Navy Doctor Wins Default Judgment in Del. against Accused Priest
Associated Press, carried in Boston Herald [Wilmington DE]
January 30, 2007
A federal judge on Tuesday entered a default judgment against a priest accused of molesting a former Catholic school student.
U.S. District Court Judge Sue Robinson granted the judgment against the Rev. Edward J. Smith after he failed to respond to a lawsuit filed by Navy Commander Kenneth Whitwell.
Whitwell's attorney, Thomas Neuberger, said the judgment marks the first time that a priest has been found liable in Delaware for child sexual abuse.
Robinson scheduled a jury trial for late March to determine damages.
Whitwell, 38, said he was grateful that he and his family will have the opportunity to tell a jury what happened to him.
"Finally, a victim in Delaware gets to have their day in court, and gets to tell their story publicly," said Whitwell, a Navy optometrist stationed at the Marine Corps base in Quantico, Va.
Robinson granted the default judgment after Neuberger recounted the steps his law firm took in serving Smith with the complaint, including agreeing to a request by Smith's attorney to extend the deadline for a response.
Telephone messages left for Smith, who now works at a Norbertine Order priory in Middletown, and the attorney, Thomas Bergstrom of Philadelphia, were not immediately returned Tuesday.
Robinson said it was evident that Smith had no intention of responding to the lawsuit.
"Certainly your record is clear," she told Neuberger. "Your motion for default judgment is granted."
Last year, Robinson dismissed the school, the Catholic Diocese of Wilmington, and Bishop Michael Saltarelli as defendants in the lawsuit. Neuberger said he will appeal that ruling after Whitwell's case against Smith is resolved.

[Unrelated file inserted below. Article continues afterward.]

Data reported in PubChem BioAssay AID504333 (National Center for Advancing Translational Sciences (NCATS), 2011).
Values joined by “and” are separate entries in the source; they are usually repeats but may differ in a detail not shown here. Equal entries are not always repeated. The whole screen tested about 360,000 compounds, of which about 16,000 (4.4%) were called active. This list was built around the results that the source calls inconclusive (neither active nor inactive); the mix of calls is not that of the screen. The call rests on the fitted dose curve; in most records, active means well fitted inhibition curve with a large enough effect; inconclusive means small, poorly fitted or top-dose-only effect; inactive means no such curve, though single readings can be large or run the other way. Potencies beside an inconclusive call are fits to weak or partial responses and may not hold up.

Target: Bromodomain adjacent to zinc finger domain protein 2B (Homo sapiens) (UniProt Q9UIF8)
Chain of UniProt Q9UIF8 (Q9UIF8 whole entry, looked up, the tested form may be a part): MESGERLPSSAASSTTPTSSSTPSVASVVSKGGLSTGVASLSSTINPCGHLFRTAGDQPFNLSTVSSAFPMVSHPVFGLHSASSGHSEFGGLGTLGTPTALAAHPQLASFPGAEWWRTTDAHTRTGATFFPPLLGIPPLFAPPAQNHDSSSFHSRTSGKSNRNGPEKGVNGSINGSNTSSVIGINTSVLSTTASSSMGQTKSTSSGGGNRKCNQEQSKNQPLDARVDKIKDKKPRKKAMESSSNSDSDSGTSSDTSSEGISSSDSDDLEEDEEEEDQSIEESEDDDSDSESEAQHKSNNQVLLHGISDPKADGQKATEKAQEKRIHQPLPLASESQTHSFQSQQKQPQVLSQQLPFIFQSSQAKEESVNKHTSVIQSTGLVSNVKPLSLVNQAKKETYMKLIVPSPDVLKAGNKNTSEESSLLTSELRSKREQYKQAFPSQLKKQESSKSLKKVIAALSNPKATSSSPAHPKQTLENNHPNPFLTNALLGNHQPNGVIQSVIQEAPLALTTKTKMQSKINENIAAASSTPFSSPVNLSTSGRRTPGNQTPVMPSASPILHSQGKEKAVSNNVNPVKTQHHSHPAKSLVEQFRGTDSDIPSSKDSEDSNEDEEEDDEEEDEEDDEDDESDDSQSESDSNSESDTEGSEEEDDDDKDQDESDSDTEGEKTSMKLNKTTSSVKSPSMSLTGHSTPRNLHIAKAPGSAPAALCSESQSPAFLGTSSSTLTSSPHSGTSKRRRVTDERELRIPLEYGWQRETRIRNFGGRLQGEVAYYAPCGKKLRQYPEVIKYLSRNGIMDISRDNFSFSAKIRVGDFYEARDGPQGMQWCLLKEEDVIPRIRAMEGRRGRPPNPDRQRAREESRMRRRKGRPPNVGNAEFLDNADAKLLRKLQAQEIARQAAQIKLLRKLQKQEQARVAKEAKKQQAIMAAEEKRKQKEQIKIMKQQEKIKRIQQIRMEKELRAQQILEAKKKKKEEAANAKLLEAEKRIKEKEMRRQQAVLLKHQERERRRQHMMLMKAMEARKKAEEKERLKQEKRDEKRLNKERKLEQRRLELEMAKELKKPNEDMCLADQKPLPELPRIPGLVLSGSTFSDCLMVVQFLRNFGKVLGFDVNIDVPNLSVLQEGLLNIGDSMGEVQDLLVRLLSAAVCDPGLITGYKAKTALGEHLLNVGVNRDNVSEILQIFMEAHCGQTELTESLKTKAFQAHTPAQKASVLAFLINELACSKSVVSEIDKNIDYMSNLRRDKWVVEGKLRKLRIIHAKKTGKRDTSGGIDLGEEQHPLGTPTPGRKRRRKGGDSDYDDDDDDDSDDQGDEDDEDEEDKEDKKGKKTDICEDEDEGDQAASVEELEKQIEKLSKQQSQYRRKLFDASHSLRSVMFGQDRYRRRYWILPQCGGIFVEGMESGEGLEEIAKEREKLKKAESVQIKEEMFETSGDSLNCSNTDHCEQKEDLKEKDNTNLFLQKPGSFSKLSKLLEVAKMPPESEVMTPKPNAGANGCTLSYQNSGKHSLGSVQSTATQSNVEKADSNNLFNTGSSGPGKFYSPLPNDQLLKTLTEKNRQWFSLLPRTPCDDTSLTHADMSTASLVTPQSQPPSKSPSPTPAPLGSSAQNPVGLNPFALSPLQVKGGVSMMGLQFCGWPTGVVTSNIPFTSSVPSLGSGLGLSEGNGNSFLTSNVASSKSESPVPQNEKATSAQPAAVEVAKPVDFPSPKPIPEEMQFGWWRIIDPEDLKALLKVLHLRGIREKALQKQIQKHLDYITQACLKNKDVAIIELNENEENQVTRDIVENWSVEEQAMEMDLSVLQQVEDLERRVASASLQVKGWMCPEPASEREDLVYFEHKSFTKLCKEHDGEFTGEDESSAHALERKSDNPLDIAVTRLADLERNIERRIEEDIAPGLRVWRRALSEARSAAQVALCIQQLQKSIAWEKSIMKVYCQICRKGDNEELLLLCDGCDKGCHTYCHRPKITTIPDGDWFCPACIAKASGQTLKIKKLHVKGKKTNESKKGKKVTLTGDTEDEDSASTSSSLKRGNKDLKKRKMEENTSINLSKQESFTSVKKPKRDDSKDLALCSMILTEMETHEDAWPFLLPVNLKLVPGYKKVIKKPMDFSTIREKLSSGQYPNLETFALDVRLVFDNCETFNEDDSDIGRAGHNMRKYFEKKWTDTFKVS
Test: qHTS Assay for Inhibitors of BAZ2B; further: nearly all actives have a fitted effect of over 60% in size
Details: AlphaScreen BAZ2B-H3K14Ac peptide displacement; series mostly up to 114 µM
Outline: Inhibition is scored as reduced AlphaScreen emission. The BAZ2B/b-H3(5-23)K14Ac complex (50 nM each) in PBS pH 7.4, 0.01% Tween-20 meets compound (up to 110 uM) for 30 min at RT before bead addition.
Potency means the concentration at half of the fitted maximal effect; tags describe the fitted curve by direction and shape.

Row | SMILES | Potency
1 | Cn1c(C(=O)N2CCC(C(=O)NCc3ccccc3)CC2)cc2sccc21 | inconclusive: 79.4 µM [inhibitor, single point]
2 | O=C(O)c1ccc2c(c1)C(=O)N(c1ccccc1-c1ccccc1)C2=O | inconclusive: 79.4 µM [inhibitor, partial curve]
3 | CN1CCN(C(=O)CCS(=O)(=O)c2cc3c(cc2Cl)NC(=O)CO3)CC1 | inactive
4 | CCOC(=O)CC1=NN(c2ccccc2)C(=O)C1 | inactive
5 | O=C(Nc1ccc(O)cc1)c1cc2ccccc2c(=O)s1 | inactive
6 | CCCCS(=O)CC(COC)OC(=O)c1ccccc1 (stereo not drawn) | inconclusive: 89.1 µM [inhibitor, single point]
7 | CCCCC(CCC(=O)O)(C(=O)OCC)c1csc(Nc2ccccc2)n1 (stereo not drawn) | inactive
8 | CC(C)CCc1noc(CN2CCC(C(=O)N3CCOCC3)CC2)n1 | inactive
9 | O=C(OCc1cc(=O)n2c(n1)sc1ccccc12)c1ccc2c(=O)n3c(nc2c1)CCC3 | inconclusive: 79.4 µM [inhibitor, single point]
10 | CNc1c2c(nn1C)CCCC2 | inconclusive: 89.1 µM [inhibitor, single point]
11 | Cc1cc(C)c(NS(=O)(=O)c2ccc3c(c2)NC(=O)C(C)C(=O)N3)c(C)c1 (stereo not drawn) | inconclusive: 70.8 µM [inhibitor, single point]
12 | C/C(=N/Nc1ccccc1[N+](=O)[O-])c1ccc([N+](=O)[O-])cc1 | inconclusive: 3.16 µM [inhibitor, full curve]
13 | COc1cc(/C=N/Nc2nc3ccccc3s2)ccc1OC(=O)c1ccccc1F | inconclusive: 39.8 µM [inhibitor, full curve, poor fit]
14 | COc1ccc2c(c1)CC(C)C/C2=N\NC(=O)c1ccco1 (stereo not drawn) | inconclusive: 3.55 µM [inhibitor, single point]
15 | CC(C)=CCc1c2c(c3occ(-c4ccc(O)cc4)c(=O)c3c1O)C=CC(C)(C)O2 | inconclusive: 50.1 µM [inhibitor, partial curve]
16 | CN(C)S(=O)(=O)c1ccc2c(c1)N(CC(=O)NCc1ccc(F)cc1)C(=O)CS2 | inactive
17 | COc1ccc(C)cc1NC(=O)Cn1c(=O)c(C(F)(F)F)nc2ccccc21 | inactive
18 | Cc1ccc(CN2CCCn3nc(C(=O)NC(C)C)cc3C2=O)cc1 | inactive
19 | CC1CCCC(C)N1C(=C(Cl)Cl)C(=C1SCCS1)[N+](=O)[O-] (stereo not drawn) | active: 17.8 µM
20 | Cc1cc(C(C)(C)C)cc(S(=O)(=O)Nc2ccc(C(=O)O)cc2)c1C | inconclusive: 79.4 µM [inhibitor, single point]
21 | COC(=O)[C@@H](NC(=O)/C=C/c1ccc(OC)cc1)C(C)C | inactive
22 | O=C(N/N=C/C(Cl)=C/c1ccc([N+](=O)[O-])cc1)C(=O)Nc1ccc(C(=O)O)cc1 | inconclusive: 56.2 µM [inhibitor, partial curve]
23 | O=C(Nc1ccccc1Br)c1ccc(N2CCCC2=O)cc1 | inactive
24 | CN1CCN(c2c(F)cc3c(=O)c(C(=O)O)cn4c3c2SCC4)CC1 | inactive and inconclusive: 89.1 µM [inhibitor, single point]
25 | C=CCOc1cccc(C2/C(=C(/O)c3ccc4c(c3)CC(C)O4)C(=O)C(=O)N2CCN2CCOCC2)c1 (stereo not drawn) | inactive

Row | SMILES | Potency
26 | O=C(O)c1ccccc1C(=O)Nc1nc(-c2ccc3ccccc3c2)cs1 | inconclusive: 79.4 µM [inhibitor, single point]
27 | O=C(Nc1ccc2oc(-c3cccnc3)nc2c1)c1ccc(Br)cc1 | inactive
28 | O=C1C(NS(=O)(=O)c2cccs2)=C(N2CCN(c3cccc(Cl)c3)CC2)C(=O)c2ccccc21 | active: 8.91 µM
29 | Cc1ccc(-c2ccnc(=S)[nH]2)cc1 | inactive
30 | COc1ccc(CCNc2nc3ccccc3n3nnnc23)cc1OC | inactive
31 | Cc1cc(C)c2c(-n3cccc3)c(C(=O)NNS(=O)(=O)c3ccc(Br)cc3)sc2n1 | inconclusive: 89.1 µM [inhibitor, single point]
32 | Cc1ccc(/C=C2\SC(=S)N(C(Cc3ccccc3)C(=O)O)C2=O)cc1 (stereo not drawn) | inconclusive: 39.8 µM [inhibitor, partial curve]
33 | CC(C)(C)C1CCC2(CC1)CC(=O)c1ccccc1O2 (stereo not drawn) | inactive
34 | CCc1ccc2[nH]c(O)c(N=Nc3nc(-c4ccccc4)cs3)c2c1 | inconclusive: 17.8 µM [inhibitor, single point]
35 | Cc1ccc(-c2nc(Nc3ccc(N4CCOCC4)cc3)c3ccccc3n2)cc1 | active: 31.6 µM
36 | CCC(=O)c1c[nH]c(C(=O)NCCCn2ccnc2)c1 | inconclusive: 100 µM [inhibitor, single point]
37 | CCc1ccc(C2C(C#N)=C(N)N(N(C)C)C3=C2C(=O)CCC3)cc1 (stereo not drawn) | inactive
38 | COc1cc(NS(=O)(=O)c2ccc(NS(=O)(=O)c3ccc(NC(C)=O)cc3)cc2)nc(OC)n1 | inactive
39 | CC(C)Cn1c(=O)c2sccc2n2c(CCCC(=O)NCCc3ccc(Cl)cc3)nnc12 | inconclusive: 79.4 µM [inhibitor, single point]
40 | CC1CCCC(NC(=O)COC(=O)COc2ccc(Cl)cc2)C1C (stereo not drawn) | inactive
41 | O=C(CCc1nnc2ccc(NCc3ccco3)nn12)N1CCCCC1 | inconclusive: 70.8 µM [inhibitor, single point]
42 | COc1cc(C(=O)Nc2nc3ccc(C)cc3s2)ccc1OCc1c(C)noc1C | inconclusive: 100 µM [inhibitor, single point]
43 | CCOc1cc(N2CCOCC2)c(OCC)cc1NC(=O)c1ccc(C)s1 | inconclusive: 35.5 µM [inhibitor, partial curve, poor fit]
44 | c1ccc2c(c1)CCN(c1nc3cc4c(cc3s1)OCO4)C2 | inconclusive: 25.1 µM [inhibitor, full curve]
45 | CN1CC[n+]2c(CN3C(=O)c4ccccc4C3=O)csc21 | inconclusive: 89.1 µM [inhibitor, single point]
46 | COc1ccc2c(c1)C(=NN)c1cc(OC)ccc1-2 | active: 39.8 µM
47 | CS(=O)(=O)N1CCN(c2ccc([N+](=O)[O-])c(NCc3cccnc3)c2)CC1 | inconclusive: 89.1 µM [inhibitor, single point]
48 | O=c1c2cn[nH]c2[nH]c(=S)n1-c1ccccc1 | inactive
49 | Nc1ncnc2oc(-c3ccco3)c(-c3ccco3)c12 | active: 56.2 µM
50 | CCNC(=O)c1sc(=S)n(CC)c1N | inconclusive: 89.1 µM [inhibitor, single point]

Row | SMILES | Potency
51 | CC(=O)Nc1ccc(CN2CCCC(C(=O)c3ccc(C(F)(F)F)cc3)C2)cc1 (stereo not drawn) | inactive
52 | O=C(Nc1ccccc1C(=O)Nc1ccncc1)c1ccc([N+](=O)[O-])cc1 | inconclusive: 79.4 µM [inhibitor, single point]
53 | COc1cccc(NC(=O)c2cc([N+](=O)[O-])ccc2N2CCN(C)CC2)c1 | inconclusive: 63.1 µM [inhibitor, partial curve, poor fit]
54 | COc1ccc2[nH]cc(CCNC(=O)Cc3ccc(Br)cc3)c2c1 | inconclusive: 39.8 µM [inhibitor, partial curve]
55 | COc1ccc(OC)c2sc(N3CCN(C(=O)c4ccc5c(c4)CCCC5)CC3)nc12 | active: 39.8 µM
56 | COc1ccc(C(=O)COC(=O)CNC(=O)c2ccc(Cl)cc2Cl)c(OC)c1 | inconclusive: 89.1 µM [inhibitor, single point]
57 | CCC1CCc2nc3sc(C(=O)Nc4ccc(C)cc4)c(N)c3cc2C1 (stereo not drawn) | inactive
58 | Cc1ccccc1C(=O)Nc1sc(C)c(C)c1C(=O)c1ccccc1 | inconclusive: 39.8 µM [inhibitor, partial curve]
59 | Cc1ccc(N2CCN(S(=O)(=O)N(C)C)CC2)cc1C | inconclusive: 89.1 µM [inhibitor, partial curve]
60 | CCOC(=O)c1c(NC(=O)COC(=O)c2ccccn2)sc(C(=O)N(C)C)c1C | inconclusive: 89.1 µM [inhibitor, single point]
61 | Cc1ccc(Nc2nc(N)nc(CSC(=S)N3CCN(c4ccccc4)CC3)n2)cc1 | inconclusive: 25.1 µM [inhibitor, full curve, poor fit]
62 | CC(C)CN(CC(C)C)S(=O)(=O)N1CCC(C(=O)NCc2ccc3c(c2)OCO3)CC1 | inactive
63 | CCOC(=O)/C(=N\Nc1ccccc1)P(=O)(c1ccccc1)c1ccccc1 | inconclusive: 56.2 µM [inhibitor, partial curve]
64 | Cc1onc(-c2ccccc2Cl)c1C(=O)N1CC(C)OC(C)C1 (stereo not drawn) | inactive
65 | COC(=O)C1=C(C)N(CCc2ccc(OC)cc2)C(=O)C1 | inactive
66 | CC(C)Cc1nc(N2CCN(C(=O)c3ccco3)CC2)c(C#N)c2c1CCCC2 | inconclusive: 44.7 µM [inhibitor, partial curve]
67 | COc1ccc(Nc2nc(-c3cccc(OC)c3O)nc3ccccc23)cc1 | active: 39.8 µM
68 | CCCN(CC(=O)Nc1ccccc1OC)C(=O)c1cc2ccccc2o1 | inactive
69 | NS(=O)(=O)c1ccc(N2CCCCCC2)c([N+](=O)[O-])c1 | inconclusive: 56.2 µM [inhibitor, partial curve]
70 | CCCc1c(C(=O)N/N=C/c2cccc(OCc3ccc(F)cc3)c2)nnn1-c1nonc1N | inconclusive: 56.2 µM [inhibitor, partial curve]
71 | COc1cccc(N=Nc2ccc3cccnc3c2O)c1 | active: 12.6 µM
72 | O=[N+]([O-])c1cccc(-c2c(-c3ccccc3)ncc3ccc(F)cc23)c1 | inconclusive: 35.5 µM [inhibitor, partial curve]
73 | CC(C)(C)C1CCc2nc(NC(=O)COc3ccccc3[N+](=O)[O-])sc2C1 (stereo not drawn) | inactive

In a 2005 lawsuit, Whitwell claimed that he was sexually abused by Smith for several years while attending Archmere Academy, a Catholic high school in Claymont, and that church officials did nothing to protect him. While alleging years of abuse in Delaware, Whitwell's lawsuit focuses on two weekend ski trips to Vermont in 1984 and 1985, during which he claims Smith abused him. The lawsuit was based on the Vermont trips because that state's statute of limitations is more favorable than Delaware's to victims of childhood sex crimes.
Whitwell alleged that Smith began molesting him in 1982, when he was a 14-year-old freshman and Smith was his religion teacher.
According to the lawsuit, Smith had been removed from his job as principal at St. John Neumann High School in Philadelphia two years earlier amid allegations of sexually abusing children and was "hidden" by church officials in Maryland before being transferred to Delaware.
Whitwell said he repressed memories of the abuse for years until 2003, when it surfaced unexpectedly during a heated argument with his wife. After undergoing therapy, he traveled to Delaware to confront church officials, including Smith.
Whitwell described Smith's apology as "hollow and too late," and that his refusal to respond to the lawsuit is evidence of the priest's "arrogance."
"He believes that he can't be touched, and it's an indication that they think they're above the law," he said.
Neuberger said Smith, the son of a successful businessman, is independently wealthy, and that the family has tried to shield its assets. He also noted that Smith served as treasurer for the Norbertine Order.
"We will search worldwide for his assets," Neuberger vowed. "... He's a very sophisticated person financially. He knows how to hide money."
Whitwell said his motive in filing the lawsuit was not damages, but justice against Smith and the "enablers" within the church who protected him.
"I will do what it takes to get to the endpoint," he said.
After the lawsuit was filed, Archmere officials acknowledged that a complaint involving alleged sexual misconduct by Smith at the Neumann school was reported to the priory in 2002, and that Smith subsequently was banned from the Archmere campus.
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